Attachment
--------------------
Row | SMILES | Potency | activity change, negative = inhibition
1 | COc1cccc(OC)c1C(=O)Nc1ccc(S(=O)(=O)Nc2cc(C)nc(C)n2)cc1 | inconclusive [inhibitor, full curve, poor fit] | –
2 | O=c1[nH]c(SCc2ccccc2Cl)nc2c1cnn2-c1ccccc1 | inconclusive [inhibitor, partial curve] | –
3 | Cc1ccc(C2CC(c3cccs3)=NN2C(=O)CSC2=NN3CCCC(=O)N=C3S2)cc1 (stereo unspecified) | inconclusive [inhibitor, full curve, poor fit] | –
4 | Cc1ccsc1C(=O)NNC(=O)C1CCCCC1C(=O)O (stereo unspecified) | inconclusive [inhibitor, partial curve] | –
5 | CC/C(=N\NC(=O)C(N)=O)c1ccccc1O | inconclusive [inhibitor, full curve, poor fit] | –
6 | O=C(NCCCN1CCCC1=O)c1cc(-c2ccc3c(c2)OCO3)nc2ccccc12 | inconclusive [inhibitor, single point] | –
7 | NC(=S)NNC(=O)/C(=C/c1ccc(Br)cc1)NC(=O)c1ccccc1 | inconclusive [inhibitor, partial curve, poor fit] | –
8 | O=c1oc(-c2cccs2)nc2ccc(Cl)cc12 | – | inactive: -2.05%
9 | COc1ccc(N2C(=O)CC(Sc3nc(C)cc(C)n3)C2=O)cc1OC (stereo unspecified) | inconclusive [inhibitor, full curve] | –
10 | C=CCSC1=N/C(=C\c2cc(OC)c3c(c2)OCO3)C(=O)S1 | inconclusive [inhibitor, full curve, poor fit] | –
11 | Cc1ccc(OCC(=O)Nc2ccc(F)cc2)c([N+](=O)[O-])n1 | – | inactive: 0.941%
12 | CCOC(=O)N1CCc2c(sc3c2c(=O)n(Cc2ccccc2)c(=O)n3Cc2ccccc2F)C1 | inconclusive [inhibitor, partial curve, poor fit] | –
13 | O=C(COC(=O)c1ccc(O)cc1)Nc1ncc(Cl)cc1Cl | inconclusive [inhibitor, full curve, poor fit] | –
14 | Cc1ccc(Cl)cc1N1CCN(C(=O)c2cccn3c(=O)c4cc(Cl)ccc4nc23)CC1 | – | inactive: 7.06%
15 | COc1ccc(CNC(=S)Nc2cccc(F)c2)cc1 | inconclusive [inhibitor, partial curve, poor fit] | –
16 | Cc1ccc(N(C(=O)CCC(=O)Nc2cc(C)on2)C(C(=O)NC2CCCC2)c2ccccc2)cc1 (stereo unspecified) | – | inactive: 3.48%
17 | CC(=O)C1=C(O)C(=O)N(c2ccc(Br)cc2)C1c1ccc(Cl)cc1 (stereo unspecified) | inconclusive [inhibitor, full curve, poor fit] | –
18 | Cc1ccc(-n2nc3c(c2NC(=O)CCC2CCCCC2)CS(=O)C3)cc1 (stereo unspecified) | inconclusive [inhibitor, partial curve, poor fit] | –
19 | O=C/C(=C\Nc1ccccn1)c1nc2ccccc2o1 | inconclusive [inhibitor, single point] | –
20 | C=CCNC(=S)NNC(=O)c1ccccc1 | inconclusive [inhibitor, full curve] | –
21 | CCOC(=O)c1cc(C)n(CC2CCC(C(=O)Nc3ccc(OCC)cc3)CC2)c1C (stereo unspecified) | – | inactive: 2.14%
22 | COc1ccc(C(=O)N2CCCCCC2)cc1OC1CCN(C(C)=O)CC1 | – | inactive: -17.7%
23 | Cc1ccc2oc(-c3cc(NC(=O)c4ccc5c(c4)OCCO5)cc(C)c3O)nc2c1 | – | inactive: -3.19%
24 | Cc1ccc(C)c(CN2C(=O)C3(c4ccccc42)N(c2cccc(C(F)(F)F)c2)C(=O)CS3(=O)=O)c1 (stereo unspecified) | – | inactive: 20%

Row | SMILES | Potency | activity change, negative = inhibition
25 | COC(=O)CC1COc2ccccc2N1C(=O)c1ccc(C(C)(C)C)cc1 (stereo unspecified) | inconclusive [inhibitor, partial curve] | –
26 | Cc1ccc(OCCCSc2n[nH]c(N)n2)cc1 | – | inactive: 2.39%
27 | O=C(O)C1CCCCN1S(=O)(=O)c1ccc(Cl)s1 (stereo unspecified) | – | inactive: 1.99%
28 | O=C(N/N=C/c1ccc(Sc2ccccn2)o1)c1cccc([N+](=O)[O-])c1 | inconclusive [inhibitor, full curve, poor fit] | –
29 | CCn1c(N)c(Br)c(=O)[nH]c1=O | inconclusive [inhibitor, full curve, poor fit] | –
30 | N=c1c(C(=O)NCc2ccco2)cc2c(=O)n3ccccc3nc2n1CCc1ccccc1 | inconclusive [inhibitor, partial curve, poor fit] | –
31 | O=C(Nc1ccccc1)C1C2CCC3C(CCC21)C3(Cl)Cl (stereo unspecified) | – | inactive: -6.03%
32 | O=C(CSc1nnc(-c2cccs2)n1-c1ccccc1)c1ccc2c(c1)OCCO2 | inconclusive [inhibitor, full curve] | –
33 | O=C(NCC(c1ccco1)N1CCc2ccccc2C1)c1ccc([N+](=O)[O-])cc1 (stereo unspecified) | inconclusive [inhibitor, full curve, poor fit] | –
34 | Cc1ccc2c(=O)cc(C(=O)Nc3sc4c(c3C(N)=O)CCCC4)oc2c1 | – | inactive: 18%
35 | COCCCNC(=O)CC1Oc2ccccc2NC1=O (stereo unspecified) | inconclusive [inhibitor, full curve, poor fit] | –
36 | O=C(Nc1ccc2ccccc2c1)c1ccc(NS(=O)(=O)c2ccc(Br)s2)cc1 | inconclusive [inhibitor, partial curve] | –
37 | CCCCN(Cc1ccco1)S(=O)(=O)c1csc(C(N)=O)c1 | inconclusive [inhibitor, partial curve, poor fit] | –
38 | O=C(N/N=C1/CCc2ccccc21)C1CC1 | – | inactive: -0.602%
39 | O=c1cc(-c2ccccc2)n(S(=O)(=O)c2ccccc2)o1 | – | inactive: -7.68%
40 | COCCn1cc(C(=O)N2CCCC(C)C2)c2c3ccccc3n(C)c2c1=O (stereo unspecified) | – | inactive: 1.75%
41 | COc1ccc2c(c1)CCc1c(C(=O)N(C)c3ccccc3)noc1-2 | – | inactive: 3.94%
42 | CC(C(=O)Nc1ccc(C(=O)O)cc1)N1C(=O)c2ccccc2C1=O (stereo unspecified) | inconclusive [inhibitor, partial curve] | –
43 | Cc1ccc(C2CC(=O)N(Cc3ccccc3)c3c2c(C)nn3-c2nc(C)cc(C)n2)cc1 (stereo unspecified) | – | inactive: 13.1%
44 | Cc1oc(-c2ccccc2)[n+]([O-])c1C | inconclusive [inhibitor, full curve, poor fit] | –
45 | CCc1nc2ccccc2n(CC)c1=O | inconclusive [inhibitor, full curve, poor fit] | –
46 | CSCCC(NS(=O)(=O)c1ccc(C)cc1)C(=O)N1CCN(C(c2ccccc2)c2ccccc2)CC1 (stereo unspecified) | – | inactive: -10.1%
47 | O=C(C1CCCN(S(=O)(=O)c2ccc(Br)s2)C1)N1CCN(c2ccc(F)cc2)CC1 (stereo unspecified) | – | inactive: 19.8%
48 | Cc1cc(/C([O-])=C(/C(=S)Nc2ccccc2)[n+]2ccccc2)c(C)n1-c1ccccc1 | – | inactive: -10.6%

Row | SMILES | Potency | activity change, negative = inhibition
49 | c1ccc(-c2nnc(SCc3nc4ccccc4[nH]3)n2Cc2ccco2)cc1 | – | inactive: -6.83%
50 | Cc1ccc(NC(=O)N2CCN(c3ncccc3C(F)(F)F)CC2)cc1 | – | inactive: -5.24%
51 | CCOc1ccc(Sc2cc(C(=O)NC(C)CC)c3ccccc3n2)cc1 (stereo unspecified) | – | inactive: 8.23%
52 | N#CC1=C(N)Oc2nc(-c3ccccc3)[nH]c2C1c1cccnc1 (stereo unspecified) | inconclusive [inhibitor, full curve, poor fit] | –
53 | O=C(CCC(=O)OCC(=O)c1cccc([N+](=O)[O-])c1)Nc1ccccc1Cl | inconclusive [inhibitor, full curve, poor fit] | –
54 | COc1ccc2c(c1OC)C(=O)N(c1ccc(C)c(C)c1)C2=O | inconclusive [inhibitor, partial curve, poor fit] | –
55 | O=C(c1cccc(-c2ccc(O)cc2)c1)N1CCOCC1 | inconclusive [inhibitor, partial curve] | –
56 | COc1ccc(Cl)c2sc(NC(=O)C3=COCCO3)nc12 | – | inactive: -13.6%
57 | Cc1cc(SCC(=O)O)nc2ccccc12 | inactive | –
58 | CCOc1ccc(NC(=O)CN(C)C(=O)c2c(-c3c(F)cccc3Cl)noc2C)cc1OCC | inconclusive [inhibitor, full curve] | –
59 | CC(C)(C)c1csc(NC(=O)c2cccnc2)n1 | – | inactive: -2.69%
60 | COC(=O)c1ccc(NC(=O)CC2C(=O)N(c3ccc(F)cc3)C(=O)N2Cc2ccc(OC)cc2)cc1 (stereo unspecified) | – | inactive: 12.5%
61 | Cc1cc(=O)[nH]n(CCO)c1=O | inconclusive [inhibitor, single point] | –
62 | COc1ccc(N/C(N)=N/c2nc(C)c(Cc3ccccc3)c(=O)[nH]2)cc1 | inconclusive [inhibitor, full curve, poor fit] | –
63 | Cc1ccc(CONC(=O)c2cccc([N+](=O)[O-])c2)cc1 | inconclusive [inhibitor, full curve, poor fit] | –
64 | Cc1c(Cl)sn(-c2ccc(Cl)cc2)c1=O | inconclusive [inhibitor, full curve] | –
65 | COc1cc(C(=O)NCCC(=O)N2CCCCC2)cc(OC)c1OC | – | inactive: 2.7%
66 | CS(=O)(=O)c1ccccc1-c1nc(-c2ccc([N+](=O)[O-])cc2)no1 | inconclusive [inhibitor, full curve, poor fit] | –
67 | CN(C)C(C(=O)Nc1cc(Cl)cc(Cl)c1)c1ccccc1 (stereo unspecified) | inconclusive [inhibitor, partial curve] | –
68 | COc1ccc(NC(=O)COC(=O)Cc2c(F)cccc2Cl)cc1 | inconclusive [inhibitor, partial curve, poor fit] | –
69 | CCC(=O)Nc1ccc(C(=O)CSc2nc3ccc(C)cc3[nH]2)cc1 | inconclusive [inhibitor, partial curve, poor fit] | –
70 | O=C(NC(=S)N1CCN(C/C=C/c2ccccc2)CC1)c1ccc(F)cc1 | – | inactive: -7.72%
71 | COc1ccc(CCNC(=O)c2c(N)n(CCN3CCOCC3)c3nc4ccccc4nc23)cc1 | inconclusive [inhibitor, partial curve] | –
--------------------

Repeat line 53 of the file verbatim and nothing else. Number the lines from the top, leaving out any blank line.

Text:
50 | Cc1ccc(NC(=O)N2CCN(c3ncccc3C(F)(F)F)CC2)cc1 | – | inactive: -5.24%